We recently discussed the recall of millions of Graco child car seats. Now comes disturbing news that very few recalls of child products are heeded by parents. According to advocacy group Kids in Danger, just 10 percent of recalled children's products are returned or repaired. Much of this, sadly, is caused by lack of awareness. The group's executive director says that parents are typically aware of only a handful of recalls despite the fact that they usually number over 100 a year.
Despite the fact that government agencies like the Consumer Product Safety Commission and other organizations get the word to the media about recalls, the executive director of KID believes failure to adequately publicize recall information is a key reason for this lack of response.
The founder of KID came to her advocacy in the most tragic way possible. Her infant was strangled to death when her crib collapsed -- a crib that had been recalled five years prior to her daughter's death. She had been unaware of the recall.
One would think that parents would be alert to any recall news involving their children's products. However, a CPSC spokesman says that "consumers need to hear about recalls multiple times before they take action." While companies are required to put recall information on their websites, they are not required to use other social media platforms. Sixty-three companies with recalled children's products in 2013 had Facebook and Twitter accounts, according to KID. Yet, only nine posted their recall notice on Facebook, and just eight communicated it via Twitter.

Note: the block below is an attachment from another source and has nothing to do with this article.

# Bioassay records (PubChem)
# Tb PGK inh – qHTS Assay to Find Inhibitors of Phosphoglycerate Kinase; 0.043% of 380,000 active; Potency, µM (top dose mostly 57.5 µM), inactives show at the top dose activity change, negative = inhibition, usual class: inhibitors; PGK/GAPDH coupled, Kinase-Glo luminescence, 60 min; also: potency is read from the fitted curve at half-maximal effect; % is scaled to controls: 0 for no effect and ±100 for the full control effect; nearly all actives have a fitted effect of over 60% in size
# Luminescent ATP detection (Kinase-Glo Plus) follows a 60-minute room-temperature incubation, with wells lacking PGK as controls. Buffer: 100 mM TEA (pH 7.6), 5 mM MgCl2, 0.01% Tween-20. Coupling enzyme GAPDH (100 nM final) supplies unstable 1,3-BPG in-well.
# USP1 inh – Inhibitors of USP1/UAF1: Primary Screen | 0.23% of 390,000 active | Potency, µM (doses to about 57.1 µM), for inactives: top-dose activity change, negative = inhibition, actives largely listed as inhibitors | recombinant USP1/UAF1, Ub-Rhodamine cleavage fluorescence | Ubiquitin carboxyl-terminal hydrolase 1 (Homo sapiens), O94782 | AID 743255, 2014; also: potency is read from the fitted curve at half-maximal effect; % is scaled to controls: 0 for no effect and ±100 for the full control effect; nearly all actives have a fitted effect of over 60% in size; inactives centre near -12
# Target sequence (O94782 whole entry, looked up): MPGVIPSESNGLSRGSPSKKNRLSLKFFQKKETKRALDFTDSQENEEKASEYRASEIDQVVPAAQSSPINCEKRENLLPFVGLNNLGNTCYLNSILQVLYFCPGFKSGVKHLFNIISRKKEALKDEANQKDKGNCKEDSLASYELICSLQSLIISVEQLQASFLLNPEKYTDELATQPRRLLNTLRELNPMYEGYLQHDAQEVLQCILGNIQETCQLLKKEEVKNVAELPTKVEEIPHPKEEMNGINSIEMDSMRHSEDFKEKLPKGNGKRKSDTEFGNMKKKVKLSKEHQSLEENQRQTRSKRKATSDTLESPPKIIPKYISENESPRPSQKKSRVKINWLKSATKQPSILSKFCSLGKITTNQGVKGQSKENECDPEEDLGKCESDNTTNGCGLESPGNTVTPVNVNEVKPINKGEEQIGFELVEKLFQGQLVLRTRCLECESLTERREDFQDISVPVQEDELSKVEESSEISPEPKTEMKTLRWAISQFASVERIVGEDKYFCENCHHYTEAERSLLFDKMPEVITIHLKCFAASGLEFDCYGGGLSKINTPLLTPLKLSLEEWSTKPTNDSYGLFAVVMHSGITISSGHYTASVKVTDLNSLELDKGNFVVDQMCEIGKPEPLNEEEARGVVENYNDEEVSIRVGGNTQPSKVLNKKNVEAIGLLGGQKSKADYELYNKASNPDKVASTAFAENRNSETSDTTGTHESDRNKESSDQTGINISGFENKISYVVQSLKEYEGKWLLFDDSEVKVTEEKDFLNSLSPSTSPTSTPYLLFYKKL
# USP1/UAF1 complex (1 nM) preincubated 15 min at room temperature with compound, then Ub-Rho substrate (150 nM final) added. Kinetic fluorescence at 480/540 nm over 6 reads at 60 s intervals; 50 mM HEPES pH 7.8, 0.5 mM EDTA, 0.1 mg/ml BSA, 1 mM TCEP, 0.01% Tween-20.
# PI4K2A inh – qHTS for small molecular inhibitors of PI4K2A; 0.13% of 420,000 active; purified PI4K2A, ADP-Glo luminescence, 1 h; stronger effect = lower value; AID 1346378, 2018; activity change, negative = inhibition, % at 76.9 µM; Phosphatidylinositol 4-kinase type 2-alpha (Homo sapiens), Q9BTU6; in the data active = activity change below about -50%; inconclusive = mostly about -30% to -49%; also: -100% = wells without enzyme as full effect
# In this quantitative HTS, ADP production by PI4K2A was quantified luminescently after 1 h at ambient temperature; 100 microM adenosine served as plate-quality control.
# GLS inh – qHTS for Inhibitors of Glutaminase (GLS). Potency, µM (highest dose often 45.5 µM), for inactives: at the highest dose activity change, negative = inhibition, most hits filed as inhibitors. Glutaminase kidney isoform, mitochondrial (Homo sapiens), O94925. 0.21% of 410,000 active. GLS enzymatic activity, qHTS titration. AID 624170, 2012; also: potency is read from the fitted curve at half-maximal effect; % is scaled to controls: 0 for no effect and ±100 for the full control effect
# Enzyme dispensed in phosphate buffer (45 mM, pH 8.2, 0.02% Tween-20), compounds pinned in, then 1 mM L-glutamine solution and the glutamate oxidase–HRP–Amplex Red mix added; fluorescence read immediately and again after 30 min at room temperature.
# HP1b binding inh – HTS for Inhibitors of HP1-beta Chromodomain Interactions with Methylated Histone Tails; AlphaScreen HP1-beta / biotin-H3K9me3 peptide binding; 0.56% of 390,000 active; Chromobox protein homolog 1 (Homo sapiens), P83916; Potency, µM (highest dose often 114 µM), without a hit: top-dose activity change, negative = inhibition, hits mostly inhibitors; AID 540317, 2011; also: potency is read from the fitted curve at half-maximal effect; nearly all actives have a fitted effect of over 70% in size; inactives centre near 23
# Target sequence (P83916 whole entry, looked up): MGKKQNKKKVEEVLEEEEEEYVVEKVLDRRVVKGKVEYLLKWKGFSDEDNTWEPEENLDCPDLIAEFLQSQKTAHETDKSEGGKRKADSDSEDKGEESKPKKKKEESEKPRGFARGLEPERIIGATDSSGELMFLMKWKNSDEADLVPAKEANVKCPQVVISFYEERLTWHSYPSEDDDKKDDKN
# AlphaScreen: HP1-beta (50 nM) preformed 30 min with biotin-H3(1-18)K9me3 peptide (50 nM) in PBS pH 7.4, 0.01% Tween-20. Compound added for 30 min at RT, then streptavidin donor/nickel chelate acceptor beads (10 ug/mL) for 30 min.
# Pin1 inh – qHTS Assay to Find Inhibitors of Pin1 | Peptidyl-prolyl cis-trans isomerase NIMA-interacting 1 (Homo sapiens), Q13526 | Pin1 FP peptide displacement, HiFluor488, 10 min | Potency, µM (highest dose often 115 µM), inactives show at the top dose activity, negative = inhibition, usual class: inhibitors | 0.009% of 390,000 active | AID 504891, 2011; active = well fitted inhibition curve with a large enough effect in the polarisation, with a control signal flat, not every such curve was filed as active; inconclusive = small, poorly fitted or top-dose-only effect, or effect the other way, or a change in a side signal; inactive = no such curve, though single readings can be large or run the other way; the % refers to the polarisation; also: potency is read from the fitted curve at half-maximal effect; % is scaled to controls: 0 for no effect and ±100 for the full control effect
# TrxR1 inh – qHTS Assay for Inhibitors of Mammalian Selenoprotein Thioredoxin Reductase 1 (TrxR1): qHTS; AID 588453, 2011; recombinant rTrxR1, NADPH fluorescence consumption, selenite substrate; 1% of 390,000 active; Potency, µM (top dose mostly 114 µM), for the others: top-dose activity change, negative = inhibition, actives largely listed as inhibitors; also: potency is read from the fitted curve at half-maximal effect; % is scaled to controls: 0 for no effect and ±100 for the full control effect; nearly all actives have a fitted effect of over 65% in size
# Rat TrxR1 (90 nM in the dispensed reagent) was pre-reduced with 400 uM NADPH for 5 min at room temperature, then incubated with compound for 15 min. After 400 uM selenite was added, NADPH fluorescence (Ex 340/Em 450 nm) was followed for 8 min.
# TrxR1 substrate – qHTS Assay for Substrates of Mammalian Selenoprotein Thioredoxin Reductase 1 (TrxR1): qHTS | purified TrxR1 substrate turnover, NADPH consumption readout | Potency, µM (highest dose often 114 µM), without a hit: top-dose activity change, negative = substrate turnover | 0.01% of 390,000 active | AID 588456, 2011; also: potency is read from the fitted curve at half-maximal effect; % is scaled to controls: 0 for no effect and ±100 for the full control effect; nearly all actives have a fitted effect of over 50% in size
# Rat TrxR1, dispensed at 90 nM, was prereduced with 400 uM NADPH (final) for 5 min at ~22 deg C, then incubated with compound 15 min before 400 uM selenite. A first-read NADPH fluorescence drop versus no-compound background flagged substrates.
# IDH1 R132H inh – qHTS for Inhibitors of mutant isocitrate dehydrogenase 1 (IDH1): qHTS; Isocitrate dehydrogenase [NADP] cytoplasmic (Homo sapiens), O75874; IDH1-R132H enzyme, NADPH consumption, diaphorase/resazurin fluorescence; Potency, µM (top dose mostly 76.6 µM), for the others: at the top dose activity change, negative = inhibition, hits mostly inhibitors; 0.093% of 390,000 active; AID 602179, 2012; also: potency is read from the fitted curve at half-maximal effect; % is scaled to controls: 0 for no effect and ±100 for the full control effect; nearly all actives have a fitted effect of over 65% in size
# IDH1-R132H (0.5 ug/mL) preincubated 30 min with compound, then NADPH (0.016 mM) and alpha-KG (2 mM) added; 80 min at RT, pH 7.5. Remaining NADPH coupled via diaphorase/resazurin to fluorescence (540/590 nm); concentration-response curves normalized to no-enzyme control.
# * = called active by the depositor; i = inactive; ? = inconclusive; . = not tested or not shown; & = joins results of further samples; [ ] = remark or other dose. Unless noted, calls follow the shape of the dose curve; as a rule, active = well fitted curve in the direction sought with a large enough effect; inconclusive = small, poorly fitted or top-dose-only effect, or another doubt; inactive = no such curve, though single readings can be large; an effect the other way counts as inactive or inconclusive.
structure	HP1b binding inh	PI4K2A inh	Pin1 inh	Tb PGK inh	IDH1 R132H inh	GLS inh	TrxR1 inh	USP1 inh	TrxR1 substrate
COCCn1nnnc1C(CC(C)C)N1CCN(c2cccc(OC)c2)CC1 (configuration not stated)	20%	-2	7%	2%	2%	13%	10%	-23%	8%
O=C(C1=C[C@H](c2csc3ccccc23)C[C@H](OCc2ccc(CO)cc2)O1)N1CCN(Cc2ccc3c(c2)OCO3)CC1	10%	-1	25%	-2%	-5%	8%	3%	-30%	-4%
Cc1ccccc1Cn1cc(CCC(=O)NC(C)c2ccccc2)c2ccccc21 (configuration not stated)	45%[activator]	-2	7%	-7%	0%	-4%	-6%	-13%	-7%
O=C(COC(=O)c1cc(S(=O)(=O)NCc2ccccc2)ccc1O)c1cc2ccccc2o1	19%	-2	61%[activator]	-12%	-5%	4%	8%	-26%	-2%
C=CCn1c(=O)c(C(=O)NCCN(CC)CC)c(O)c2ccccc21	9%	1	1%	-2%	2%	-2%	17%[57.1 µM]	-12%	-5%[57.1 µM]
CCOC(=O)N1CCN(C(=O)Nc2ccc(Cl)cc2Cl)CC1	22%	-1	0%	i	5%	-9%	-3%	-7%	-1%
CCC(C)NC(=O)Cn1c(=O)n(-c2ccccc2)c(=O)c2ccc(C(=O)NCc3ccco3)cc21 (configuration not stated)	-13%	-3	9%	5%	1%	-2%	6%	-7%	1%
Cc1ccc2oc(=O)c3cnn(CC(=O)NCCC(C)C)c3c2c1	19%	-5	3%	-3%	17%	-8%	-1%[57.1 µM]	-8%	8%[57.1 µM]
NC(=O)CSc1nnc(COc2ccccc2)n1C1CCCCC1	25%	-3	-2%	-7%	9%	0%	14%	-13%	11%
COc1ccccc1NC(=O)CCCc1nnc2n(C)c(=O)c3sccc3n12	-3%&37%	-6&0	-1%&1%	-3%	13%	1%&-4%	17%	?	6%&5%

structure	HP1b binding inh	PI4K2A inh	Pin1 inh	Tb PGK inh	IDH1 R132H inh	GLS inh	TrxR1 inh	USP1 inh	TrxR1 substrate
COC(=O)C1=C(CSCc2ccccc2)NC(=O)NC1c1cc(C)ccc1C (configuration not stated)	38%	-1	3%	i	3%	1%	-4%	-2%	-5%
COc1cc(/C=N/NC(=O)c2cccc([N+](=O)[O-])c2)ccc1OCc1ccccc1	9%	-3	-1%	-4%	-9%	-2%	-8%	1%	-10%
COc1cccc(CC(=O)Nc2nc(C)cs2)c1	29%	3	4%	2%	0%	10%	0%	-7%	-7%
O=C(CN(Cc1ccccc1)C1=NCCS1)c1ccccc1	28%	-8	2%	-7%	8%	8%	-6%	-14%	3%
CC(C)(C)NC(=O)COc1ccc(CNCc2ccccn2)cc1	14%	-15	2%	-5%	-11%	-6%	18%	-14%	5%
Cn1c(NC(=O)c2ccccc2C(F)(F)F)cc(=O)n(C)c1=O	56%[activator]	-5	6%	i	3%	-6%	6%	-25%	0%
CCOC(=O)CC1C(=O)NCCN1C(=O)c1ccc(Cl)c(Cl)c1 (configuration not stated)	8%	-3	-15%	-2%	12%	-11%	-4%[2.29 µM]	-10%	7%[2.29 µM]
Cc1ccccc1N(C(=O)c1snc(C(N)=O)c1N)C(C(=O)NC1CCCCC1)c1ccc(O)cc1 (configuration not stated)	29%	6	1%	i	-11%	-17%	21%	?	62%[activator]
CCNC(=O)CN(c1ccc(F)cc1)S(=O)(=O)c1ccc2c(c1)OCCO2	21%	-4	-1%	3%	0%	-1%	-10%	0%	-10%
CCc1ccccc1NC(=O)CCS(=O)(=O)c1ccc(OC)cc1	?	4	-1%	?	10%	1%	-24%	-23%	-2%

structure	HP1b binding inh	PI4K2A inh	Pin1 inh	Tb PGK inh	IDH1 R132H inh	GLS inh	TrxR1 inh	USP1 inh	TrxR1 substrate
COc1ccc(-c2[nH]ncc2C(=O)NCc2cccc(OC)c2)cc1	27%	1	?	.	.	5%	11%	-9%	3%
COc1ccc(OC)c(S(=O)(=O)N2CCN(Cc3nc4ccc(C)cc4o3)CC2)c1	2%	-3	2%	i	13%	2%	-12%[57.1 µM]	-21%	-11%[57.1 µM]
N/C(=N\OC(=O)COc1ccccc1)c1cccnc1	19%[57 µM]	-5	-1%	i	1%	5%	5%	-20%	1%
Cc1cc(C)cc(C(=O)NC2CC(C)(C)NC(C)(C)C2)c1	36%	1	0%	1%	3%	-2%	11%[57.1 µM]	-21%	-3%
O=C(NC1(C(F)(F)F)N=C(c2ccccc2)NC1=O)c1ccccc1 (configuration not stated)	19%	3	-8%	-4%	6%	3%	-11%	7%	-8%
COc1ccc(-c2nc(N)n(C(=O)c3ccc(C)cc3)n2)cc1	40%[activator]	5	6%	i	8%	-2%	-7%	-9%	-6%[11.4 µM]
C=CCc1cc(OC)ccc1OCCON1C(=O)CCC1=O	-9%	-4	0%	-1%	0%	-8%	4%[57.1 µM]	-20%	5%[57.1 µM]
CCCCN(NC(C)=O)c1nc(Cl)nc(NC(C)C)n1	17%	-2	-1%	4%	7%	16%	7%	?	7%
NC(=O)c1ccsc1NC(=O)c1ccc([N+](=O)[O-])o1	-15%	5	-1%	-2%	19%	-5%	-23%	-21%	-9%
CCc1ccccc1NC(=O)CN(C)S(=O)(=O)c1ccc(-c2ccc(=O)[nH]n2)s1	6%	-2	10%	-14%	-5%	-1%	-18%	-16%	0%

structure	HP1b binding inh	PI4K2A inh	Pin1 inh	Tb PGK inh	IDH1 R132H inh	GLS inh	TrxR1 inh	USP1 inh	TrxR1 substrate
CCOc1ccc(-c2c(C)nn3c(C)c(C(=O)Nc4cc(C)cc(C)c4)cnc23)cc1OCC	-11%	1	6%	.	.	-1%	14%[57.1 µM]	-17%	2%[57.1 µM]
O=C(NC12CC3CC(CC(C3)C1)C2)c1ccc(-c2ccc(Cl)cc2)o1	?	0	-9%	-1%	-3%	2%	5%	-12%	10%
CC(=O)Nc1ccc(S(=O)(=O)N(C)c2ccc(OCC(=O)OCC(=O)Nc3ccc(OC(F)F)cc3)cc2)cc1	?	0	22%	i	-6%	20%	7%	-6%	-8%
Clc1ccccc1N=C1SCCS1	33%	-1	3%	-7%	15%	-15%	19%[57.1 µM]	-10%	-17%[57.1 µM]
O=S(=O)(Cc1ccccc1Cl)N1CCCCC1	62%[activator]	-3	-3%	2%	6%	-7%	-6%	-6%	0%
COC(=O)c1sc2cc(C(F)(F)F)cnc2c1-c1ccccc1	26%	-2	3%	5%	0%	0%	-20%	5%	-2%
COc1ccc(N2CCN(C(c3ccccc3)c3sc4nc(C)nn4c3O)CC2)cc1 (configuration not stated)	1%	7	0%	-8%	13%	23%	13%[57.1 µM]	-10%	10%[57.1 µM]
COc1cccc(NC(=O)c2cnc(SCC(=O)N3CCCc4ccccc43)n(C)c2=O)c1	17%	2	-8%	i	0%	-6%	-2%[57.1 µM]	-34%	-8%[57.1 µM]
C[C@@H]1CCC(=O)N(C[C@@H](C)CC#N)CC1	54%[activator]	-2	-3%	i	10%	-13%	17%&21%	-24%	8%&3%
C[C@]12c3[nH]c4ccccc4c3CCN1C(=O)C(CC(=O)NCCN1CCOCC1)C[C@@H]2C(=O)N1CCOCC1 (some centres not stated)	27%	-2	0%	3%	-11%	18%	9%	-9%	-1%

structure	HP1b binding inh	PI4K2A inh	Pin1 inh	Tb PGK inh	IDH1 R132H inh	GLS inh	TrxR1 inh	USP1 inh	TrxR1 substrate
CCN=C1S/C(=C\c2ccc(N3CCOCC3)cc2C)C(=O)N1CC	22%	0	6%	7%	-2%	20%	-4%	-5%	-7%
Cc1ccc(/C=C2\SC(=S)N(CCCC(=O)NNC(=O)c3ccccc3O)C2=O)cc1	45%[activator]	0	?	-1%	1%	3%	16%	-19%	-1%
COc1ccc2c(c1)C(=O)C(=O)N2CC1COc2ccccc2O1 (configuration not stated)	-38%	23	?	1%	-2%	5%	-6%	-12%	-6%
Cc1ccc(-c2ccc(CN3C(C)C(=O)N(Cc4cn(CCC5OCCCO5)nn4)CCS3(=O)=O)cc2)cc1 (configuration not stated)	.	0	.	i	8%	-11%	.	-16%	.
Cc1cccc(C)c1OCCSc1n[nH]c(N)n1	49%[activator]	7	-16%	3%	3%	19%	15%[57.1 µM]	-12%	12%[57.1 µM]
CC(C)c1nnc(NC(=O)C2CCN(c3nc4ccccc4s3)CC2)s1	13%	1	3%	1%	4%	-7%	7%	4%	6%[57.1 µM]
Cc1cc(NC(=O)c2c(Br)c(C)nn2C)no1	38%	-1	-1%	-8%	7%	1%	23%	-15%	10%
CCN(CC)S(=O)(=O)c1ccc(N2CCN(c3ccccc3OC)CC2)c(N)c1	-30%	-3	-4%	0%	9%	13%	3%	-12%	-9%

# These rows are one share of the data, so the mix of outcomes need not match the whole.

KID does not place the blame solely on consumer lack of awareness. It calls out manufacturers and regulatory agencies for delaying recalls, sometimes until after multiple children have died. Last year, the Nap Nanny infant recliner was recalled only after five fatalities and close to 100 reported cases of babies being hung by the product or falling out of it.
It is essential for Florida parents to be aware of all children's defective product recalls. Monitor safety sites. Many recalls result from reports and claims by consumers. Personal injury attorneys can advise parents on how best to proceed if their child is harmed by a product to help ensure that they are listened to and that action is taken to help prevent harm to other children.
Source: USA Today, "Only 10% of recalled kids products fixed or returned" Alicia McElhaney, Feb. 21, 2014